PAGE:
THE TAX on “Cadillac’’ health insurance plans serves two purposes: to raise money to help lower-income families get coverage, and to give insurance companies a new incentive to keep health costs under control.
The tax, which is applied against insurance companies but won’t take effect for eight more years, will kick in at high enough rates — $27,500 for a family plan — that most Americans won’t be affected. Others will have time to seek lower-cost alternatives.
It’s not surprising, however, that some Massachusetts cities and towns, with their unusually high health insurance costs, would find their plans to be subject to the tax. A recent Globe series demonstrated just how out of whack municipal health plans are with those in the private sector. It also showed how easy it would be for many cities and towns to lower their health costs by joining the state plan or transferring some retirees to Medicare. If the Cadillac tax serves as a wakeup call to Massachusetts communities, it’s a necessary one.
Some Bay State communities already offer their workers policies exceeding $30,000 in which there are no deductibles, $5 copays for office visits, reduced fees for health clubs, and access to every hospital.
Those benefits may sound like a dream, but they carry few incentives for cost control; workers can simply seek out the highest-cost provider whenever they want. Tailoring plans more closely to the actual needs of beneficiaries would promote savings and efficiency.
Meanwhile, some Massachusetts firms have concerns about another funding mechanism in the health reform bill, the tax on medical devices. These range from surgical drapes to bedside monitors to the panoply of synthetic joints, implantable defibrillators, and other spare parts that keep human bodies going past their “use by’’ date. Senator Scott Brown wants to repeal the tax, which will go into effect in 2013.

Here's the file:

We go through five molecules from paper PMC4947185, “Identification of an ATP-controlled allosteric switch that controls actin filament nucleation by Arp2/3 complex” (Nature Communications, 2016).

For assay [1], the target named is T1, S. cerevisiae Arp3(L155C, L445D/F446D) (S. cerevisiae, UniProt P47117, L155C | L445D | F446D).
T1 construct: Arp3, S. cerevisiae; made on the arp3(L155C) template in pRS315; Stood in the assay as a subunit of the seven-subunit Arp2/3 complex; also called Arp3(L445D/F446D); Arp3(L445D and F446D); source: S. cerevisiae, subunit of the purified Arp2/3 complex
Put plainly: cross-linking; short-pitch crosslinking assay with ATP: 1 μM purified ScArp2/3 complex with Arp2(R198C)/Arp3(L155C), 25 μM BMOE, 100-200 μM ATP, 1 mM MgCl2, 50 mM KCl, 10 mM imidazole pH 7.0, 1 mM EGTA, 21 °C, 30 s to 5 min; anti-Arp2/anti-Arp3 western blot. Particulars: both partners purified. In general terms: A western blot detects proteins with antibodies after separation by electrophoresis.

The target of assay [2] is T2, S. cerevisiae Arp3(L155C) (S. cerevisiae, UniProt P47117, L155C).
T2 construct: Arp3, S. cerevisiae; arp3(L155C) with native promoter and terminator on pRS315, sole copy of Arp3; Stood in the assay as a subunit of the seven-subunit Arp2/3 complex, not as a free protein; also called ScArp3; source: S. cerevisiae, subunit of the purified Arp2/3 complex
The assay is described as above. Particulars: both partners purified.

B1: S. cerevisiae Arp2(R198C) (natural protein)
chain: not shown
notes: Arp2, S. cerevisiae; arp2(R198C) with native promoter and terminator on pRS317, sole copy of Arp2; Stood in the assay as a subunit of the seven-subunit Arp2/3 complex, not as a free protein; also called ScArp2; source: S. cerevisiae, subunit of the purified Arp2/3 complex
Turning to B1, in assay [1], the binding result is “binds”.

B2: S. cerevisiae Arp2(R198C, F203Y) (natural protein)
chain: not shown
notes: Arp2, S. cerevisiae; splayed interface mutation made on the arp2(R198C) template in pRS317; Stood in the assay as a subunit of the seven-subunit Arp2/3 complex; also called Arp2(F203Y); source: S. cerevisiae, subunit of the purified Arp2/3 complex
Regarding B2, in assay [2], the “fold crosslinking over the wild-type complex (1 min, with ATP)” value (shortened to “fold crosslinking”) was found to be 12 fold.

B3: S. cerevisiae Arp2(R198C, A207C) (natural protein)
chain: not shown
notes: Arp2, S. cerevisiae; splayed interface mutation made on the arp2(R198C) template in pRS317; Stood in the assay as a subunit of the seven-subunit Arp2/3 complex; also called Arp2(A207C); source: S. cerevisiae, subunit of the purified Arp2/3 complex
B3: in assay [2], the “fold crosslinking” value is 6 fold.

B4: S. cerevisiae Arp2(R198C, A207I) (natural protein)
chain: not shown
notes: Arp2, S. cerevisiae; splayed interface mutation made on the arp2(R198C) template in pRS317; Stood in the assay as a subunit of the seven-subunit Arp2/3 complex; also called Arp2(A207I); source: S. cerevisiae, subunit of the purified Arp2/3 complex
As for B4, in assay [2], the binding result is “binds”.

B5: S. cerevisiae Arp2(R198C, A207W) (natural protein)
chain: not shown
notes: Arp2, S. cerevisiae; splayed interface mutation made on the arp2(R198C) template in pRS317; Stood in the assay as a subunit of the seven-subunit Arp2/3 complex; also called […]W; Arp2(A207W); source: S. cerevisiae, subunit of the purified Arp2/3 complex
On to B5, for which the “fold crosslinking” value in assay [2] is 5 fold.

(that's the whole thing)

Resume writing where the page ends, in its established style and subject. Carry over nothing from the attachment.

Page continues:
Massachusetts is a leader in the medical devices field with 225 manufacturers, so it is not surprising that Brown has gone to bat for them. During negotiations over the bite of the tax, members of the state’s delegation helped knock it down from 2.9 percent to 2.3 percent, and Governor Patrick says he is exploring ways to reduce its impact.
But the 2.3 percent will be largely offset by the boost in business created by having 30 million more Americans with insurance, and thereby in a position to use medical devices. All device makers, domestic and foreign, will have to pay the tax, so no firm should gain a competitive edge. The industry argues that foreign makers could benefit slightly since disproportionately more of their sales are overseas and thus not subject to the tax. But US firms, with more sales in this country, will profit more than foreign manufacturers from the boom of newly insured patients.
There is no disguising the fact that some businesses will pay more in taxes because of the health reform bill, and that individuals with the most expensive health plans will probably pay more for them because insurers will be subject to the Cadillac tax. But in creating incentives to trim costs, the Cadillac tax is good public policy. And applying a modest tax on device makers while also giving them 30 million new customers is a fair way to pay for a significant improvement in national health. No benefit comes without any cost, but these are reasonable ways to achieve the greater good of extending insurance to more people and reducing the medical cost spiral.